Radio station where J-School professor taught burns down in Liberia
By ROBERT LIWANAG
The destruction of the University of Liberia’s campus radio station is a blow to the school’s journalism program, says Ryerson professor Janice Neil, who spent five weeks advising faculty and teaching students there in 2013.
A fire ignited by an electrical spark from the building’s air conditioner destroyed station LUX 106.6 FM early on Saturday, March 21. Stars, an entertainment program that promotes local artists, was on air at the time. The presenter rushed his guest out of the studio and then attempted to stop the fire by shutting down the building’s power generator. However, flames had already reached the radio station by the time he got back.
“The station was the lifeblood for so many people,” said Neil, who teaches in the Ryerson School of Journalism. “A lot of people who are now working as journalists in Monrovia have gone through this radio station.”
Neil visited Liberia during her sabbatical in the fall of 2013 on a trip co-sponsored by Journalists for Human Rights and Ryerson International. She was invited by the program’s chair, Weade Kobbah, to deliver workshops to students and faculty.
The main goal of her visit, Neil said, was to look at the university’s journalism program and see if any modifications could be made to the curriculum and how reporting skills are taught to students. She said that the large class sizes and the lack of facilities for hands-on experiential learning were the main problems she identified.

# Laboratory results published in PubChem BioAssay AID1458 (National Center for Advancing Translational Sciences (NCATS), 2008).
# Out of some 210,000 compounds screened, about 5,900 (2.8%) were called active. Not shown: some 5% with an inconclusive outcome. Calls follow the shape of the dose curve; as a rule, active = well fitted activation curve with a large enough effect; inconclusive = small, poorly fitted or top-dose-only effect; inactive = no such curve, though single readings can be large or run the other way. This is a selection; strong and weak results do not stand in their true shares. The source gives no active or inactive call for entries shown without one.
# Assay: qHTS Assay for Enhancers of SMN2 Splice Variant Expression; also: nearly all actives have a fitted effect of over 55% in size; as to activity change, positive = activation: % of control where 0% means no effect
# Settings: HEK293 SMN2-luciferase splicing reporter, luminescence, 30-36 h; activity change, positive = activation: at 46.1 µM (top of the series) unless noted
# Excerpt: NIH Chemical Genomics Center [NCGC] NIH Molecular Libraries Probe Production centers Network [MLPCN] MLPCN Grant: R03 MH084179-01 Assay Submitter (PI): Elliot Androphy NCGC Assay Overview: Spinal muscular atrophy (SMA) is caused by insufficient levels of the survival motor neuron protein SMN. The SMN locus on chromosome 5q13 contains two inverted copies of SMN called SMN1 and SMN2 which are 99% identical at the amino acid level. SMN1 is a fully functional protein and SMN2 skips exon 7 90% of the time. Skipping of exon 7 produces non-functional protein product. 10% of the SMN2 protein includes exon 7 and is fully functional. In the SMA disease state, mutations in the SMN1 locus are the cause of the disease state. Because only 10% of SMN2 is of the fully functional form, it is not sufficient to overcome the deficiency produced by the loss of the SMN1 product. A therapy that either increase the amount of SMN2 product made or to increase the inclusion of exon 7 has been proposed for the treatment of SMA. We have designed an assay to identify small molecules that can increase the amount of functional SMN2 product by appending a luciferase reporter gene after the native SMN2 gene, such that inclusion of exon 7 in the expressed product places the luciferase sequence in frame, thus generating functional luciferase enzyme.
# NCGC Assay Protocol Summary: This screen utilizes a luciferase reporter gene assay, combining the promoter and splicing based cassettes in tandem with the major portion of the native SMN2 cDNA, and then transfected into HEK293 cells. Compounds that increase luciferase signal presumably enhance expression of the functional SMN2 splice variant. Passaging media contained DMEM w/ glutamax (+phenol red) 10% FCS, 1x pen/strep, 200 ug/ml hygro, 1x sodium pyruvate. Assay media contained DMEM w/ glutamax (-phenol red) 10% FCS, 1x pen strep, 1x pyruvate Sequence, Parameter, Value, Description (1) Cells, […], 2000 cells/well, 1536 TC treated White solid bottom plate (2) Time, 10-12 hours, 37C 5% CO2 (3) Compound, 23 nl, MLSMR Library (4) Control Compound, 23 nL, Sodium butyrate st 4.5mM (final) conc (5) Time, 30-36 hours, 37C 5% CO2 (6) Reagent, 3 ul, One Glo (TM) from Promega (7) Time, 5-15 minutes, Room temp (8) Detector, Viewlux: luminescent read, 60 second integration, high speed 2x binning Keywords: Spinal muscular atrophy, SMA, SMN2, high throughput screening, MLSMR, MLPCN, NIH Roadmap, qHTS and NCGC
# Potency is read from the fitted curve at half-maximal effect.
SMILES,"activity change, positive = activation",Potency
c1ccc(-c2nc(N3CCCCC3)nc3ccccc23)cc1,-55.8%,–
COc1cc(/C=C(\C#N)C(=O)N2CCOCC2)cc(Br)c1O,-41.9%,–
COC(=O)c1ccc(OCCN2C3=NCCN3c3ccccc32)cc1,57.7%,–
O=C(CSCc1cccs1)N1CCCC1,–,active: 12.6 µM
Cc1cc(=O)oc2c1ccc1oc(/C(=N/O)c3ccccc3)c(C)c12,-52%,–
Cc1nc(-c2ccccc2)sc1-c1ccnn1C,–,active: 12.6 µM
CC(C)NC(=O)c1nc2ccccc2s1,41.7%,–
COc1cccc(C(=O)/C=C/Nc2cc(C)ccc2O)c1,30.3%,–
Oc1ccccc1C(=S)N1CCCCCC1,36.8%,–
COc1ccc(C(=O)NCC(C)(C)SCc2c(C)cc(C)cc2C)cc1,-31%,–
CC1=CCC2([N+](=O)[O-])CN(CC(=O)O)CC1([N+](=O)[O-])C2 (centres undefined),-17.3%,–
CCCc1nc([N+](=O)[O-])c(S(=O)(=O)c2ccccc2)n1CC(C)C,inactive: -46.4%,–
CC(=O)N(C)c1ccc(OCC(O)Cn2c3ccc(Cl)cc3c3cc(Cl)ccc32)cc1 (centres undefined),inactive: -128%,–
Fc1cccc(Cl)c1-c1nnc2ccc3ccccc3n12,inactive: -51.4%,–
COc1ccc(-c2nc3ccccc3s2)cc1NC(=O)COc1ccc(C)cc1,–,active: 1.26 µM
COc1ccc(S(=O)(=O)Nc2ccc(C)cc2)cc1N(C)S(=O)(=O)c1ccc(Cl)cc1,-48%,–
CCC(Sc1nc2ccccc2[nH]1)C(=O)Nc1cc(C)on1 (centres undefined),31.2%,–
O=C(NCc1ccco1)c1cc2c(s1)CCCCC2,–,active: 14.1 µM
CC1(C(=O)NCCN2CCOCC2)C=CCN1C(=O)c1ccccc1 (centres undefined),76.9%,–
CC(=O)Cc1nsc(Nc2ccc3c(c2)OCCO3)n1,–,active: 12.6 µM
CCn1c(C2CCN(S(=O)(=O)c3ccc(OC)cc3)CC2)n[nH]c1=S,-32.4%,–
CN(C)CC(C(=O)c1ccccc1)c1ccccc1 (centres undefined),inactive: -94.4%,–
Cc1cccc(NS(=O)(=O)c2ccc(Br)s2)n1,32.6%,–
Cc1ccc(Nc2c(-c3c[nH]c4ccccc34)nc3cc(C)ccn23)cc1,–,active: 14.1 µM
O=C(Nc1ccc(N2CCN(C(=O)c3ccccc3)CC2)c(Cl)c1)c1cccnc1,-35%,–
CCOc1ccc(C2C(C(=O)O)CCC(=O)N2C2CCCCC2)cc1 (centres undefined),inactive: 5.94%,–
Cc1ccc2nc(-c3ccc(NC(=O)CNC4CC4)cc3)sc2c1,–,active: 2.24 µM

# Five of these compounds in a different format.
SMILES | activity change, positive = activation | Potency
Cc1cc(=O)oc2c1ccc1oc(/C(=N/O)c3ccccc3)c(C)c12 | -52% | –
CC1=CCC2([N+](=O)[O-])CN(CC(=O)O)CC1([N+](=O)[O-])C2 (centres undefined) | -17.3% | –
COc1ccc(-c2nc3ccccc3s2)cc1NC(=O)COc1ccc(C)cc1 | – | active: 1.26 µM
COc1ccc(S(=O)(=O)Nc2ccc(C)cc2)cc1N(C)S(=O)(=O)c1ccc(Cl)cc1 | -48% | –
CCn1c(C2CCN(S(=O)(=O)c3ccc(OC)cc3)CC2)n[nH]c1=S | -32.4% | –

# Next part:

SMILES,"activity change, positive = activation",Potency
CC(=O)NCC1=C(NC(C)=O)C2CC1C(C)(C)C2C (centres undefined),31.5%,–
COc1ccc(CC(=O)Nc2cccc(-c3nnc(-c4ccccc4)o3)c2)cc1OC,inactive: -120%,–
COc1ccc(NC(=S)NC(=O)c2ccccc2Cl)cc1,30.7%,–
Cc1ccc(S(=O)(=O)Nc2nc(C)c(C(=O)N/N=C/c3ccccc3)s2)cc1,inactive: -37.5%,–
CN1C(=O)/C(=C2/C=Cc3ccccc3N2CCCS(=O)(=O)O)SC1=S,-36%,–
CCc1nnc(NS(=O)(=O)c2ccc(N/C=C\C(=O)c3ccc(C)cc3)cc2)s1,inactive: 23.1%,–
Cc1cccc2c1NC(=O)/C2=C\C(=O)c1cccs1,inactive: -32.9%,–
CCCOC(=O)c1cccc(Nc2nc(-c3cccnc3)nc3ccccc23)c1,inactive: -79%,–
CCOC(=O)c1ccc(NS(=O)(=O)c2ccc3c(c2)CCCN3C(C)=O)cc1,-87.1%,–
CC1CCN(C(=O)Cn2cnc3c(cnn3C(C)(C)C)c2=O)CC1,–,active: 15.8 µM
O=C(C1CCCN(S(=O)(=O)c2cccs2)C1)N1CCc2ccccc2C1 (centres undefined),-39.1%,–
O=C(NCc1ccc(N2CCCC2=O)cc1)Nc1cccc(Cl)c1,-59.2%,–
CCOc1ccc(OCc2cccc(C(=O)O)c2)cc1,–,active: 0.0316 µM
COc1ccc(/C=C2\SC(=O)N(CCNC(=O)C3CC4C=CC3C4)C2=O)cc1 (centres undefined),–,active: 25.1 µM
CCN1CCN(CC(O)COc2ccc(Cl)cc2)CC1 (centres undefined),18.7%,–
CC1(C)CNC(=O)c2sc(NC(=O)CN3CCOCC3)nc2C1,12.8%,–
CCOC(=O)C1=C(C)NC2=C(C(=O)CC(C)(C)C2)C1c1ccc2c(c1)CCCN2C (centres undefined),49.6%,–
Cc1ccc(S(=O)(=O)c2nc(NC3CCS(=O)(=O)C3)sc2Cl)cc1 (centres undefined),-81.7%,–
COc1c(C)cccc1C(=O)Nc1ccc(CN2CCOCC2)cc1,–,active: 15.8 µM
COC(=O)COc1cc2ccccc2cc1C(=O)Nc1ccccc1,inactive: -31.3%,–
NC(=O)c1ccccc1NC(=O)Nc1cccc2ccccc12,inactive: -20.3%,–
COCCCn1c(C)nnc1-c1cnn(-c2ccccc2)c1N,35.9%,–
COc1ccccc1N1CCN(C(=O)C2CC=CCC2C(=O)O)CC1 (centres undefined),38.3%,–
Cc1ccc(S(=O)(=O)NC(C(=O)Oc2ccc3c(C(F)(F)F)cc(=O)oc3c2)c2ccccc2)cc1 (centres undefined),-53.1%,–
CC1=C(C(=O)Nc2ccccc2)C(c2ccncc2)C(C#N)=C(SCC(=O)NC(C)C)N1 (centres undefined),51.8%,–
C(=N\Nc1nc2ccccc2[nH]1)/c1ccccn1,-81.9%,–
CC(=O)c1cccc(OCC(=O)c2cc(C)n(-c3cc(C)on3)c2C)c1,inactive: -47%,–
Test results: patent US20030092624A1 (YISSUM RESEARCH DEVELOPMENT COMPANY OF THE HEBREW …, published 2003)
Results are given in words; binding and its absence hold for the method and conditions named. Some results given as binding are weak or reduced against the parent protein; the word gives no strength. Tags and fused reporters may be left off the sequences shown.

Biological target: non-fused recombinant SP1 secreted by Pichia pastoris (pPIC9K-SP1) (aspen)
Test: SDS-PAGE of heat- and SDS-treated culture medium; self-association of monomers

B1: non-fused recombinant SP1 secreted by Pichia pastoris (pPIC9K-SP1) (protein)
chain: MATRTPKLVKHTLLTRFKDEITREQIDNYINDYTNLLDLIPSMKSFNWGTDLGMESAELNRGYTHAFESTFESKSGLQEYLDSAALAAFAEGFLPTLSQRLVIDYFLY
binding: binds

“One of the interesting things (about the program) is that the profile of the students there is not the same as it is here,” Neil said. “Most people were not between the ages of 18 and 22, they were much, much older – there were students in the program who were in their 50s.”
LUX 106.6 FM is similar to radio stations found on North American university campuses in that it has a full-time station manager, several staff members and is largely run by volunteers. The station hosts a variety of programs, including interview shows. Before its creation, journalism students had to go to other stations for their internships.
“They (firefighters) only succeeded in stopping the fire from completely destroying the entire Communication Department and from spreading to other adjacent buildings,” Euriahs Togar, the station’s manager, said in an email. “Nothing was salvaged from the radio station. It was an emotional scene – weeping students and a distraught management and staff.”
Togar and his colleagues have decided to move LUX 106.6 FM to the University of Liberia’s new Fendell Campus, which is located approximately 13 kilometres from Monrovia. The university is unable to help with funding because of financial difficulties.
“LUX is the equivalent of a science laboratory to science students,” said Togar. “Unless LUX is restored, most of these students risk graduating without radio broadcast knowledge and experience.”
Neil said that the two biggest challenges in rebuilding the station will be importing and maintaining the necessary studio equipment.
“It isn’t simply a matter of, you know, buying a new studio or getting a donation from somewhere else, it has to come with people who can install it properly,” said Neil. “And there isn’t that kind of infrastructure in the country – there aren’t repair people, there aren’t people trained in electronics who know how to run things.”
In the aftermath of Saturday’s fire, Neil said she is considering requests to start a crowdfunding initiative to help rebuild the station. Togar said it will require $35,000 to start work on renovating a potential site. Students, meanwhile, are planning a rally to get the station back on air.